My own thoughts initially were to stay at home, to ride the surge out. The vast majority of us fought the urge to run, to cower, and to opt out medically.

Coming home from war as a unit is an amazing, unforgettable series of events. Being greeted by family and friends is heartwarming. Unfortunately, most of us had no one there to greet us. We’d been moved north for the remainder of our time in the army.

The only sign welcoming our unit back was taped to a dumpster in a parking lot away from the main roadway. If you strained your eyes, you might catch it. Regardless, our homecoming was bittersweet.

After the news rocked the city, fort, and soldiers (families too) our lives became chaos. We fought white rappers in the streets, drunkenly screamed at military policemen, vandalized, and womanizer. What else could we do but unleash the fear and horror of returning to the unknown of war.

Those weeks, without the fanfare, politicians and anger were the best of my life and I’ll never be able to find that again. Good or bad.

– Mike Hawley, co- founder.

Some wounds can’t be seen.
PTSD can be a death sentence, if untreated.

Our Mission

The Veterans Art Foundation’s small and doesn’t have much in the way of space/money/equipment.  However, we have something just as good, reach.  While we may not have until we have sponsorship or a businessperson in charge (not me).  We can provide opportunities.

We’ll continue to open doors for Vets or act as a go between.  Please utilize the opportunities to further yourself and your art (if that’s what you’re trying to do).  It will benefit us by lending credibility and expose us to a greater audience.

By this I mean art shows, film festivals, poetry collections, gallery openings, music  promotion, dance and sculpture to name a few.

I can understand struggle and failure.  In the beginning I tried to publish a memoir with the funds helping the VAF.  I was rejected soundly and gave up.  It’s a bit different now.  With the VAF we can breach the wall.  There are days I doubt my own skills or ability to run the program.  There are plenty of more talented people out in the veterans world who can benefit with our help.  All it takes is an opening to make a mark on the world.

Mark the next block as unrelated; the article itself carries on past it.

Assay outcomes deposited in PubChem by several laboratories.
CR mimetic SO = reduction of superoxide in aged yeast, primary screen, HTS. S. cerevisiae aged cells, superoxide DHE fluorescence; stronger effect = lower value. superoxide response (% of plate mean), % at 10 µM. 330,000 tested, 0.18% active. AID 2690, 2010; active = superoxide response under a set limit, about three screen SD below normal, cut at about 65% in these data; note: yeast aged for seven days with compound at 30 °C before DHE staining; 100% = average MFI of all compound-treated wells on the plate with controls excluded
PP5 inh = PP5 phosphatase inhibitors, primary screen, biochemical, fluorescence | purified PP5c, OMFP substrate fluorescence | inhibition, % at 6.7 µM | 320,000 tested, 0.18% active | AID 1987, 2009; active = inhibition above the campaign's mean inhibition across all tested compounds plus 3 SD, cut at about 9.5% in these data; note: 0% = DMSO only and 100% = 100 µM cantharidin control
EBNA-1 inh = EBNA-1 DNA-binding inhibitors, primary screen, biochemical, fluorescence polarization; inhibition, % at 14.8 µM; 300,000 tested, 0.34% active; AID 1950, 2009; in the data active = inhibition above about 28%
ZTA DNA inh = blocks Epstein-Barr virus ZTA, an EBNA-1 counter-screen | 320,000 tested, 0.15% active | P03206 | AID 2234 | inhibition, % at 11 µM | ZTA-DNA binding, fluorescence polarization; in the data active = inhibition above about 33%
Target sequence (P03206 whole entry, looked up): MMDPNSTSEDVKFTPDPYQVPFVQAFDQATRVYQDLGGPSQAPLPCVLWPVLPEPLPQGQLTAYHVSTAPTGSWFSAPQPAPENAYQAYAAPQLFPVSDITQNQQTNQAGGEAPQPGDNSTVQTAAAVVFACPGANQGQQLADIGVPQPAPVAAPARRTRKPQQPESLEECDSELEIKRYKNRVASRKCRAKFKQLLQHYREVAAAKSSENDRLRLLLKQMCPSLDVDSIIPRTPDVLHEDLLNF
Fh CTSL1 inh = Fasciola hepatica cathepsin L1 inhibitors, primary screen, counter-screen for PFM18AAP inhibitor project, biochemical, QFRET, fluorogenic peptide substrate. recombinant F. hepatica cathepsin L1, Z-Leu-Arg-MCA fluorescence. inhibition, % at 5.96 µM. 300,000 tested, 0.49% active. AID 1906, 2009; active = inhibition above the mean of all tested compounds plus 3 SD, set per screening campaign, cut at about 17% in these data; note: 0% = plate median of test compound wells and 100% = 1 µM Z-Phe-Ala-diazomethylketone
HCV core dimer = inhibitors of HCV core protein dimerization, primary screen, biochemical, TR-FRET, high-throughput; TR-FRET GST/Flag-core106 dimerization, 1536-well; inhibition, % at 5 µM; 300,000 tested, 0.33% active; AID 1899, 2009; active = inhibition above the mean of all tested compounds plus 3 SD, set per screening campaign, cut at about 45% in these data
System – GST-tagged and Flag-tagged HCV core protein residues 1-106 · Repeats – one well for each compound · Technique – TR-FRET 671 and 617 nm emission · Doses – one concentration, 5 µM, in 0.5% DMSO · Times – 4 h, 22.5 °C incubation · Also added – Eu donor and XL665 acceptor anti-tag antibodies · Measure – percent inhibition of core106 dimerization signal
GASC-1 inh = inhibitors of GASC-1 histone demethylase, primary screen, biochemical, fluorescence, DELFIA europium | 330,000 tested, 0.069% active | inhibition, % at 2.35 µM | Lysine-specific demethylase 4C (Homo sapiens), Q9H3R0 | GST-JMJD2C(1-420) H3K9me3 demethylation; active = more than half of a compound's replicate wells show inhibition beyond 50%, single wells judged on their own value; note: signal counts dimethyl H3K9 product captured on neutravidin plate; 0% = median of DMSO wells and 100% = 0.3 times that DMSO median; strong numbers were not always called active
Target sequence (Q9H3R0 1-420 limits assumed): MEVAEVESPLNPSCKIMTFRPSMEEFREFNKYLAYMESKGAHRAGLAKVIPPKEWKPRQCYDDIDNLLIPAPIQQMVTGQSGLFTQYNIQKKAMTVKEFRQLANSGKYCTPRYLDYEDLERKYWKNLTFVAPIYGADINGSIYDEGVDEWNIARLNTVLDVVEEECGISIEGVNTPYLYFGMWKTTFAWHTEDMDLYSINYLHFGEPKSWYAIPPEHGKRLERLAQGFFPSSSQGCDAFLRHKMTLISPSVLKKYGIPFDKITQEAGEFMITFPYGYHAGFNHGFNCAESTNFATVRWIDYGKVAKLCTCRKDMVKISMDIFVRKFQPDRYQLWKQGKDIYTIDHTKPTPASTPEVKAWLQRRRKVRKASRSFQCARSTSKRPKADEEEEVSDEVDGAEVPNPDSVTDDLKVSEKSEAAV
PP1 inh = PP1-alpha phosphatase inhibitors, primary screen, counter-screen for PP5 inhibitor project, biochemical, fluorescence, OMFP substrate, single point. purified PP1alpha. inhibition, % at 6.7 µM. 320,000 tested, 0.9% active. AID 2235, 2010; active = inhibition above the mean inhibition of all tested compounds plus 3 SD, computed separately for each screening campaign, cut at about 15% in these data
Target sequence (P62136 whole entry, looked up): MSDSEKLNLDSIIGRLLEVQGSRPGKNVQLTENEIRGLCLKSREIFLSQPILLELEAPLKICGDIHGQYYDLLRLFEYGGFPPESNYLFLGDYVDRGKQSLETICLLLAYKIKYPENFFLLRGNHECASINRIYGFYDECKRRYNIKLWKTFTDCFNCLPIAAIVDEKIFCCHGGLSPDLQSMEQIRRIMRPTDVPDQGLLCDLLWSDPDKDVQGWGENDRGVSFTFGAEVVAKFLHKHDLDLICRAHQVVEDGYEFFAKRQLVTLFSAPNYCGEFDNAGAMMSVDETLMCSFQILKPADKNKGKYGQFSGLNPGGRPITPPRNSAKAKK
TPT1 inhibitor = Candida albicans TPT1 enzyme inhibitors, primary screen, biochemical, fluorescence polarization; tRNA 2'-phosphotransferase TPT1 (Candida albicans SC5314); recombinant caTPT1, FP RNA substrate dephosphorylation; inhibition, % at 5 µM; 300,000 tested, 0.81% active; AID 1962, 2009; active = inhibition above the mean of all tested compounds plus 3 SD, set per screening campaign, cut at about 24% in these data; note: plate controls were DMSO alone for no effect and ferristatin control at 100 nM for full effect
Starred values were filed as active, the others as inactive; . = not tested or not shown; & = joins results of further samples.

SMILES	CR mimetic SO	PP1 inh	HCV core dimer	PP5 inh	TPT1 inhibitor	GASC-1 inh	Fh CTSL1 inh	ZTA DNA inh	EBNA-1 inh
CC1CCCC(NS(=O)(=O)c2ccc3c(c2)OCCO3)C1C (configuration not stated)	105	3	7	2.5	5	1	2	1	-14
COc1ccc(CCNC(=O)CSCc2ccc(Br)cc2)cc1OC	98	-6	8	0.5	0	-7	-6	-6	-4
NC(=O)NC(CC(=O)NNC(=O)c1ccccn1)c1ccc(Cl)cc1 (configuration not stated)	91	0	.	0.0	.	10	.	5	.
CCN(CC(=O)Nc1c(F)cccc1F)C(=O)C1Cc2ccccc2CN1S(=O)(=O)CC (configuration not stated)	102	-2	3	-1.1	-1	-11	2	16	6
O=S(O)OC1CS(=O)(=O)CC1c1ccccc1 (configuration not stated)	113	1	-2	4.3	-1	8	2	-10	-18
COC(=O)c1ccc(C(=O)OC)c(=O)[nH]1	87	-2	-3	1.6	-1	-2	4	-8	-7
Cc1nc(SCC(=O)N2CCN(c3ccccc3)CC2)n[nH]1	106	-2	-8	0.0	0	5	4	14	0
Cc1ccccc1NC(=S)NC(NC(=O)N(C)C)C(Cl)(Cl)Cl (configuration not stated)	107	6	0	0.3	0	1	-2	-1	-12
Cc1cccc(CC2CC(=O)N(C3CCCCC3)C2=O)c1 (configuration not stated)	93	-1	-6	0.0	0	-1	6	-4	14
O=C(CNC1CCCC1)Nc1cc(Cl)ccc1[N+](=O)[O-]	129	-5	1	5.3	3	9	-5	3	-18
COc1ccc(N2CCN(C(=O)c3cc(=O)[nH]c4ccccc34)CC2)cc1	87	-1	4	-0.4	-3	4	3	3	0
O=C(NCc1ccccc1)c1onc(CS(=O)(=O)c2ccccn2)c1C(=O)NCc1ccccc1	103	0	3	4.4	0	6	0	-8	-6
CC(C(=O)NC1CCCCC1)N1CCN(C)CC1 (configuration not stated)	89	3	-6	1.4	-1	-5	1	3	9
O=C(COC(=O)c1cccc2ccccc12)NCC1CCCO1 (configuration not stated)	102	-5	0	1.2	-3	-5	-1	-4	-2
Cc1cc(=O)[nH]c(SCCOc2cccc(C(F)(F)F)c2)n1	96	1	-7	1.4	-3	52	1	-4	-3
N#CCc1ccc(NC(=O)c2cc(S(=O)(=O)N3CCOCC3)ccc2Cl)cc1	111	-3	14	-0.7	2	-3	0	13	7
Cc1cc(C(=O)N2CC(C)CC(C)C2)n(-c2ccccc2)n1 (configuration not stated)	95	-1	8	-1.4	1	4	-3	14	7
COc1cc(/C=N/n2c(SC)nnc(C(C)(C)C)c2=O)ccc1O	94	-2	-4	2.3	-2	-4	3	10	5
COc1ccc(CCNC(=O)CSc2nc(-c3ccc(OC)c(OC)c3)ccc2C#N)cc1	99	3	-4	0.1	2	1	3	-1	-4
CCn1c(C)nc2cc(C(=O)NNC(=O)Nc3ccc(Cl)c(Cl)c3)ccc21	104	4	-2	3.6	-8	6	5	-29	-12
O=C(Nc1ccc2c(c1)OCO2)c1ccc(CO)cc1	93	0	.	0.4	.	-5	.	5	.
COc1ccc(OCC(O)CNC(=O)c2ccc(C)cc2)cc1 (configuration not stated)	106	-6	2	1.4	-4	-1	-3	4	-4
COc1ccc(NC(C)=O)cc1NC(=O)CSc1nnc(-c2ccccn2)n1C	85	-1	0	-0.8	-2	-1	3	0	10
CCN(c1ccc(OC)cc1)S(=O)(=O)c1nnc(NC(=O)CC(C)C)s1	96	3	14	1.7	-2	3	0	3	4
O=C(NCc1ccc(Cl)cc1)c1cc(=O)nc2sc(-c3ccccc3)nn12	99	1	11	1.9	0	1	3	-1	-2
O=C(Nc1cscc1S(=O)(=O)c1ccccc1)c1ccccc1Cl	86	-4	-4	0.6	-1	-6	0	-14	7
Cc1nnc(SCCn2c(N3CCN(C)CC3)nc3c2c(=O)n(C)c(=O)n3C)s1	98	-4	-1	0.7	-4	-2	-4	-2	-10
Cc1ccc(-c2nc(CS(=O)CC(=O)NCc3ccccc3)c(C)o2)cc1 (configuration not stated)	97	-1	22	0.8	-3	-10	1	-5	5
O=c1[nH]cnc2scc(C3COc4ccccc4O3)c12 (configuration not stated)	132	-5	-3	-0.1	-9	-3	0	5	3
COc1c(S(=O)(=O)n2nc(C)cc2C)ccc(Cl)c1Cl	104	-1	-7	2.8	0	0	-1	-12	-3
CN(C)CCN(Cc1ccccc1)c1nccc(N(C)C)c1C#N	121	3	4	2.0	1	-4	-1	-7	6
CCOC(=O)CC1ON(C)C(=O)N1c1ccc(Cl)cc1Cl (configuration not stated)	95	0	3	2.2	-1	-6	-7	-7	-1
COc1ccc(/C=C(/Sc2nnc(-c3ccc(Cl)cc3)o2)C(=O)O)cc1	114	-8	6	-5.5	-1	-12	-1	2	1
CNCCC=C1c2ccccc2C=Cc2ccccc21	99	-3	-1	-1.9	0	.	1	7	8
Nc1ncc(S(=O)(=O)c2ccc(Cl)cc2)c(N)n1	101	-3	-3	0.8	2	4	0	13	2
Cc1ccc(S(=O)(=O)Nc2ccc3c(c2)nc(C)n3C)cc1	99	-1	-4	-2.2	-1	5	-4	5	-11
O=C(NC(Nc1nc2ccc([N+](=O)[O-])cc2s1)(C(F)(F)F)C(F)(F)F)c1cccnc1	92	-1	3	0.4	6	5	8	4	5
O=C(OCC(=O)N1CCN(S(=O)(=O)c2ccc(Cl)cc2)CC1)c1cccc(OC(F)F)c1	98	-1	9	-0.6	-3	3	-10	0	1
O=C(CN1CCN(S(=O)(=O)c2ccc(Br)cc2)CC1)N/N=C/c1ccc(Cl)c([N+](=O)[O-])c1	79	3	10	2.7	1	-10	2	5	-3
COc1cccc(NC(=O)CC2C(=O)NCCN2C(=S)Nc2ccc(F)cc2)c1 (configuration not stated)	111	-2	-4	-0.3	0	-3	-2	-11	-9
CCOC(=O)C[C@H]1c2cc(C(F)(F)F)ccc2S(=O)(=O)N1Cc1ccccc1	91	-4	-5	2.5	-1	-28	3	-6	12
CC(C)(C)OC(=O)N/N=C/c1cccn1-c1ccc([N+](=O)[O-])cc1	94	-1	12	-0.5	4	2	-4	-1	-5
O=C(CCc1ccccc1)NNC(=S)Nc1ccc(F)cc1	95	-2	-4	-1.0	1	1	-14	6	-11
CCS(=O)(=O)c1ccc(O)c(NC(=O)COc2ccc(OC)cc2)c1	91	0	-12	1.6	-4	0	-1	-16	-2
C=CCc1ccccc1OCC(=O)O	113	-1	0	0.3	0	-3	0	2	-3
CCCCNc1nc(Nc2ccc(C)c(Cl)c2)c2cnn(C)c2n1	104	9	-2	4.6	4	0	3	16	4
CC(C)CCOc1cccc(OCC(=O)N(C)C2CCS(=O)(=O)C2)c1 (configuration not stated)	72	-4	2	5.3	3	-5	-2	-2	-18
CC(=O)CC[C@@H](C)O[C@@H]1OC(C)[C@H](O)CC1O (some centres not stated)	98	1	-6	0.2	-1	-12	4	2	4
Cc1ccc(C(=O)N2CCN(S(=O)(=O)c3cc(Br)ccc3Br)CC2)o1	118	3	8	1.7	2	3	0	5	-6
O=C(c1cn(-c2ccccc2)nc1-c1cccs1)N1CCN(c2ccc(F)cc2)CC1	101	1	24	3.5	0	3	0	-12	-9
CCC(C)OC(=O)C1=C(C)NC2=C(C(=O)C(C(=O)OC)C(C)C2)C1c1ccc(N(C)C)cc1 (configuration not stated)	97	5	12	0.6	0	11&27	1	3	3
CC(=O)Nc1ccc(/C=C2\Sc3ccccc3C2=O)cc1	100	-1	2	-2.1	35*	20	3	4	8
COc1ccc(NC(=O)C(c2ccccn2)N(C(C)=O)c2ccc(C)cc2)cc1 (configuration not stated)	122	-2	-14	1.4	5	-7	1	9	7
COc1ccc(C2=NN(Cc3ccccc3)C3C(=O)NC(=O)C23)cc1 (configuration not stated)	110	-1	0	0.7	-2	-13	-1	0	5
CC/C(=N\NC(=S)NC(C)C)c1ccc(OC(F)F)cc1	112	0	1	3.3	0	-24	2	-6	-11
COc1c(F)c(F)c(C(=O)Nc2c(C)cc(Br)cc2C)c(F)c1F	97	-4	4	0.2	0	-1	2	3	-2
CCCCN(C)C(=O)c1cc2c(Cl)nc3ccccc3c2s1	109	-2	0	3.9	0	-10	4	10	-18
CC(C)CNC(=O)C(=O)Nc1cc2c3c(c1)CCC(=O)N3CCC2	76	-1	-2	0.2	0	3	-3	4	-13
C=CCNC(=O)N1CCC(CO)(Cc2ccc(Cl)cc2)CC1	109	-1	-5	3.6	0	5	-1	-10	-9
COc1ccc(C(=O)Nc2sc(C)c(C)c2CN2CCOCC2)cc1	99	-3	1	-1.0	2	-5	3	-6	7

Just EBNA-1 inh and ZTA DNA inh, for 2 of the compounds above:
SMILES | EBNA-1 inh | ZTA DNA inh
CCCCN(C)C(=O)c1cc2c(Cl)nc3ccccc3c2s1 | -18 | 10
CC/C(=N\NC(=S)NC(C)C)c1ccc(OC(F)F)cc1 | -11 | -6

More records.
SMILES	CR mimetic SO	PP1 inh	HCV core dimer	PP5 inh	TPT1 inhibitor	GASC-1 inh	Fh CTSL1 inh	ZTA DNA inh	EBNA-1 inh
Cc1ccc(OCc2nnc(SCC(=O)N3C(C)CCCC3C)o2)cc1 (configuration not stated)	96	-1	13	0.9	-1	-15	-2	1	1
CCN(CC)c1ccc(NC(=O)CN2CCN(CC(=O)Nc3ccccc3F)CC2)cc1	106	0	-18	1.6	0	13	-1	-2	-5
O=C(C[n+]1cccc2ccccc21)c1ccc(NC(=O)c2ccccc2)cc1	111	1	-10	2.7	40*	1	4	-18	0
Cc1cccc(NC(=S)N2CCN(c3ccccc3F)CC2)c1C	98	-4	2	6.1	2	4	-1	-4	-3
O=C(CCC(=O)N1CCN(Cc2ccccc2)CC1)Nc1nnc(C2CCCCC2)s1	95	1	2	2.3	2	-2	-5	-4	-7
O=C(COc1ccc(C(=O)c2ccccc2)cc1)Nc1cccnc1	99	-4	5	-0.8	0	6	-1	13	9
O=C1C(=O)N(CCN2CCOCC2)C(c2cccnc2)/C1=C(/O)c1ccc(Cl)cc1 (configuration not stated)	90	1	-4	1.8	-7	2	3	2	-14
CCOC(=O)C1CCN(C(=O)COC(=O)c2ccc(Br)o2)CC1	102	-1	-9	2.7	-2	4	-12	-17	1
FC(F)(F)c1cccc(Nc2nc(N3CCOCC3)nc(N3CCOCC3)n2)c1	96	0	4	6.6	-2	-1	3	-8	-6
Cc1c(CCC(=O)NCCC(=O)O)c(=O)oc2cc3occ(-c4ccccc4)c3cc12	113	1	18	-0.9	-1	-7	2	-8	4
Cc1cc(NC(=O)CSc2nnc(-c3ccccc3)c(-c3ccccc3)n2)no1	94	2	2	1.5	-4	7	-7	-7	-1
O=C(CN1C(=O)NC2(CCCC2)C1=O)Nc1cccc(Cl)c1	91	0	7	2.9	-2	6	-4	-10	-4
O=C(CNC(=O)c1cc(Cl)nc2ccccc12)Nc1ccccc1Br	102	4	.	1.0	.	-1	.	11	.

Screenplay: SATIN FIST

I’m attempting to attach a downloadable PDF file of a screenplay.  It’s based on PTSD, DADT (Don’t Ask Don’t Tell), and revenge.

It’s called Satin Fist, which is a play on the old Iron Fist type films.  Please feel free to download it and feedback’s welcome.  We hope someday to produce it locally or in Hollywood.  It’s a second draft, so it’s a bit rough around the edges.martial art movie

The stigma needs to be removed…

Veterans, Cops, and other people in stressful jobs find it hard to admit they’re having problems.  The main reason is dealing with the Stigma that comes with admitting mental illness.

I was an infantryman for 4 years with the Stryker Brigade in Alaska.  Infantry is full of alpha males and people who want to be perceived as mentally and physically tough.  I was guilty of heaping some scorn on a fellow soldier for coming to terms with his issues.  I thought I was tougher and less likely to suffer PTSD or other mental health issues.

It wasn’t because I was tougher, I’d say.  I was just calmer and rational about violence and stress.  That was just in the moment, however.  I tended to become emotional and angry after.  I’ve been in fistfights, bar fights, and altercations since Iraq.  I’ve also been recalled in the military after being out for 2 years.

What changed my life for the better was realizing the problems I was having and becoming proactive.  I’d accidentally fell into the vet center through a friend.  It took years of work and medication to calm me down and put me on the right path.  The Vet Center helped me form this nonprofit and set goals.  The VAF’s where I want to work and create for the rest of my life.

There are a number of resources for veterans.  I’ll highlight the Vet Center today and more later.   Active duty military have a hard time finding them or getting involved.  I was lucky, but the word needs to be spread.  Here’s a video and a link to the Vet Center homepage.  They’re confidential.  While under the VA, they’re not required to share information.

http://www.vetcenter.va.gov/